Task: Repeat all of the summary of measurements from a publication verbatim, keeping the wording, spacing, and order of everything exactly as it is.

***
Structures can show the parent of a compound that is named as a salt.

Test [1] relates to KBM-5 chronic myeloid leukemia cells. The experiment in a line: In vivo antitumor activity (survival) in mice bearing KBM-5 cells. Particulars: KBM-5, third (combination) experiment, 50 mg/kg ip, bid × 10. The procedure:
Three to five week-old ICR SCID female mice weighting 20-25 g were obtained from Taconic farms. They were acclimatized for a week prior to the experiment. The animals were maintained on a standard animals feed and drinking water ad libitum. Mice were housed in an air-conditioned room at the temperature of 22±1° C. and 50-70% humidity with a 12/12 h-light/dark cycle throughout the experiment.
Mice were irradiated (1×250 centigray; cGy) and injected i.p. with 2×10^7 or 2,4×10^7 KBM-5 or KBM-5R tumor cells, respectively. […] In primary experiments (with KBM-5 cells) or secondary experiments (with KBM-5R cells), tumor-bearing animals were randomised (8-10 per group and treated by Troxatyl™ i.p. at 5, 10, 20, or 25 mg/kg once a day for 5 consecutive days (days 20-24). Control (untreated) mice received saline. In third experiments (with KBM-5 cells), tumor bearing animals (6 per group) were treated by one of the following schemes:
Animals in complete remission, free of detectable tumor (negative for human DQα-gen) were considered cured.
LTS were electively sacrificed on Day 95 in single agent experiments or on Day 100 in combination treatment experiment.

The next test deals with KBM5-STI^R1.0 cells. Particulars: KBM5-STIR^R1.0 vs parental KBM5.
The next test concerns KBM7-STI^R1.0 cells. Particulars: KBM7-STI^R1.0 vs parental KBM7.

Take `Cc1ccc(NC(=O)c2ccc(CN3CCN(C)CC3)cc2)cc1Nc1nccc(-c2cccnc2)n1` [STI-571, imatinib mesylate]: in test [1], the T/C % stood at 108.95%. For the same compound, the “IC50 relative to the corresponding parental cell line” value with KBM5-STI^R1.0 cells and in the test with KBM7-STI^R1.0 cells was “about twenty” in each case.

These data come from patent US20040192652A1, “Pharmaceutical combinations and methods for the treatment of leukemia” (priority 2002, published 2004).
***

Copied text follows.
Structures can show the parent of a compound that is named as a salt.

Test [1] relates to KBM-5 chronic myeloid leukemia cells. The experiment in a line: In vivo antitumor activity (survival) in mice bearing KBM-5 cells. Particulars: KBM-5, third (combination) experiment, 50 mg/kg ip, bid × 10. The procedure:
Three to five week-old ICR SCID female mice weighting 20-25 g were obtained from Taconic farms. They were acclimatized for a week prior to the experiment. The animals were maintained on a standard animals feed and drinking water ad libitum. Mice were housed in an air-conditioned room at the temperature of 22±1° C. and 50-70% humidity with a 12/12 h-light/dark cycle throughout the experiment.
Mice were irradiated (1×250 centigray; cGy) and injected i.p. with 2×10^7 or 2,4×10^7 KBM-5 or KBM-5R tumor cells, respectively. […] In primary experiments (with KBM-5 cells) or secondary experiments (with KBM-5R cells), tumor-bearing animals were randomised (8-10 per group and treated by Troxatyl™ i.p. at 5, 10, 20, or 25 mg/kg once a day for 5 consecutive days (days 20-24). Control (untreated) mice received saline. In third experiments (with KBM-5 cells), tumor bearing animals (6 per group) were treated by one of the following schemes:
Animals in complete remission, free of detectable tumor (negative for human DQα-gen) were considered cured.
LTS were electively sacrificed on Day 95 in single agent experiments or on Day 100 in combination treatment experiment.

The next test deals with KBM5-STI^R1.0 cells. Particulars: KBM5-STIR^R1.0 vs parental KBM5.
The next test concerns KBM7-STI^R1.0 cells. Particulars: KBM7-STI^R1.0 vs parental KBM7.

Take `Cc1ccc(NC(=O)c2ccc(CN3CCN(C)CC3)cc2)cc1Nc1nccc(-c2cccnc2)n1` [STI-571, imatinib mesylate]: in test [1], the T/C % stood at 108.95%. For the same compound, the “IC50 relative to the corresponding parental cell line” value with KBM5-STI^R1.0 cells and in the test with KBM7-STI^R1.0 cells was “about twenty” in each case.

These data come from patent US20040192652A1, “Pharmaceutical combinations and methods for the treatment of leukemia” (priority 2002, published 2004).